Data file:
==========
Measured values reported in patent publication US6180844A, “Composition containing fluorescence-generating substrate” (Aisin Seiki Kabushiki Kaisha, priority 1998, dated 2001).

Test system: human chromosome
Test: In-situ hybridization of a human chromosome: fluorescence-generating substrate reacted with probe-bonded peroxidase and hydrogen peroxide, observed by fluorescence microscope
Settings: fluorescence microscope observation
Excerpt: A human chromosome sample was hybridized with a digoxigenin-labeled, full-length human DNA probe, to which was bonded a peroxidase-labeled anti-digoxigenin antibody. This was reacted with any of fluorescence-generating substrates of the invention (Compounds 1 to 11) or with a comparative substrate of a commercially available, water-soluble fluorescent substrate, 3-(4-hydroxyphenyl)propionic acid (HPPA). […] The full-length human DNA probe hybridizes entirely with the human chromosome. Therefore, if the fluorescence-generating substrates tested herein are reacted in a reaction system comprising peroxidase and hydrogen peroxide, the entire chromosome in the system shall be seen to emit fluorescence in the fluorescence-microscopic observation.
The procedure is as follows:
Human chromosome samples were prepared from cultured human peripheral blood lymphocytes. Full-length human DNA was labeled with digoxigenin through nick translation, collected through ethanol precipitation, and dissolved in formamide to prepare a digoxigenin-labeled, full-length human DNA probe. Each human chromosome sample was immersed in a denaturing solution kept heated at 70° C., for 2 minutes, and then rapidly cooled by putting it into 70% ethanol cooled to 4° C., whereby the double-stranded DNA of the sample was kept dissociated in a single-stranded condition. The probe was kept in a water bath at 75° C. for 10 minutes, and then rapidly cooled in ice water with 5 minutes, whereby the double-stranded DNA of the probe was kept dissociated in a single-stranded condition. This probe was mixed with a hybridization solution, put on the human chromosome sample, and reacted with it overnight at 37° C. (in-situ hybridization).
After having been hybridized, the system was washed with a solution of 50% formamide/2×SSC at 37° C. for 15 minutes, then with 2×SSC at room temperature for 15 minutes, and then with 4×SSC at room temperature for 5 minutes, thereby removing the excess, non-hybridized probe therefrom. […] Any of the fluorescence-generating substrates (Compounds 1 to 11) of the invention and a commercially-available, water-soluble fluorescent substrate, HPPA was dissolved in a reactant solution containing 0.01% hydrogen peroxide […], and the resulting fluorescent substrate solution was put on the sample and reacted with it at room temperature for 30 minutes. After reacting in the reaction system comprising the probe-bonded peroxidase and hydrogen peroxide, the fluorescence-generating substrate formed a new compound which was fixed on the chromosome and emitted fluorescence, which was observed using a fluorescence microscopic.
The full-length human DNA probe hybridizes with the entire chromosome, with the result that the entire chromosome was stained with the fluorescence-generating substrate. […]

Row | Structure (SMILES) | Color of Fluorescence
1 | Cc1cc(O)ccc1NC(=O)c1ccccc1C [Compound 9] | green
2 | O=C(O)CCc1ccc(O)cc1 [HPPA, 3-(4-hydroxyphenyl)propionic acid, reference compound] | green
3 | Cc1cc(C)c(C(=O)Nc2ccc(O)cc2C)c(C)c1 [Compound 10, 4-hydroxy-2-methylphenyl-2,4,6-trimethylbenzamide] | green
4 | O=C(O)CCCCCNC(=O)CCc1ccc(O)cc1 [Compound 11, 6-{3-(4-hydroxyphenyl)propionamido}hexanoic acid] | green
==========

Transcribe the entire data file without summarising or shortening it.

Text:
Measured values reported in patent publication US6180844A, “Composition containing fluorescence-generating substrate” (Aisin Seiki Kabushiki Kaisha, priority 1998, dated 2001).

Test system: human chromosome
Test: In-situ hybridization of a human chromosome: fluorescence-generating substrate reacted with probe-bonded peroxidase and hydrogen peroxide, observed by fluorescence microscope
Settings: fluorescence microscope observation
Excerpt: A human chromosome sample was hybridized with a digoxigenin-labeled, full-length human DNA probe, to which was bonded a peroxidase-labeled anti-digoxigenin antibody. This was reacted with any of fluorescence-generating substrates of the invention (Compounds 1 to 11) or with a comparative substrate of a commercially available, water-soluble fluorescent substrate, 3-(4-hydroxyphenyl)propionic acid (HPPA). […] The full-length human DNA probe hybridizes entirely with the human chromosome. Therefore, if the fluorescence-generating substrates tested herein are reacted in a reaction system comprising peroxidase and hydrogen peroxide, the entire chromosome in the system shall be seen to emit fluorescence in the fluorescence-microscopic observation.
The procedure is as follows:
Human chromosome samples were prepared from cultured human peripheral blood lymphocytes. Full-length human DNA was labeled with digoxigenin through nick translation, collected through ethanol precipitation, and dissolved in formamide to prepare a digoxigenin-labeled, full-length human DNA probe. Each human chromosome sample was immersed in a denaturing solution kept heated at 70° C., for 2 minutes, and then rapidly cooled by putting it into 70% ethanol cooled to 4° C., whereby the double-stranded DNA of the sample was kept dissociated in a single-stranded condition. The probe was kept in a water bath at 75° C. for 10 minutes, and then rapidly cooled in ice water with 5 minutes, whereby the double-stranded DNA of the probe was kept dissociated in a single-stranded condition. This probe was mixed with a hybridization solution, put on the human chromosome sample, and reacted with it overnight at 37° C. (in-situ hybridization).
After having been hybridized, the system was washed with a solution of 50% formamide/2×SSC at 37° C. for 15 minutes, then with 2×SSC at room temperature for 15 minutes, and then with 4×SSC at room temperature for 5 minutes, thereby removing the excess, non-hybridized probe therefrom. […] Any of the fluorescence-generating substrates (Compounds 1 to 11) of the invention and a commercially-available, water-soluble fluorescent substrate, HPPA was dissolved in a reactant solution containing 0.01% hydrogen peroxide […], and the resulting fluorescent substrate solution was put on the sample and reacted with it at room temperature for 30 minutes. After reacting in the reaction system comprising the probe-bonded peroxidase and hydrogen peroxide, the fluorescence-generating substrate formed a new compound which was fixed on the chromosome and emitted fluorescence, which was observed using a fluorescence microscopic.
The full-length human DNA probe hybridizes with the entire chromosome, with the result that the entire chromosome was stained with the fluorescence-generating substrate. […]

Row | Structure (SMILES) | Color of Fluorescence
1 | Cc1cc(O)ccc1NC(=O)c1ccccc1C [Compound 9] | green
2 | O=C(O)CCc1ccc(O)cc1 [HPPA, 3-(4-hydroxyphenyl)propionic acid, reference compound] | green
3 | Cc1cc(C)c(C(=O)Nc2ccc(O)cc2C)c(C)c1 [Compound 10, 4-hydroxy-2-methylphenyl-2,4,6-trimethylbenzamide] | green
4 | O=C(O)CCCCCNC(=O)CCc1ccc(O)cc1 [Compound 11, 6-{3-(4-hydroxyphenyl)propionamido}hexanoic acid] | green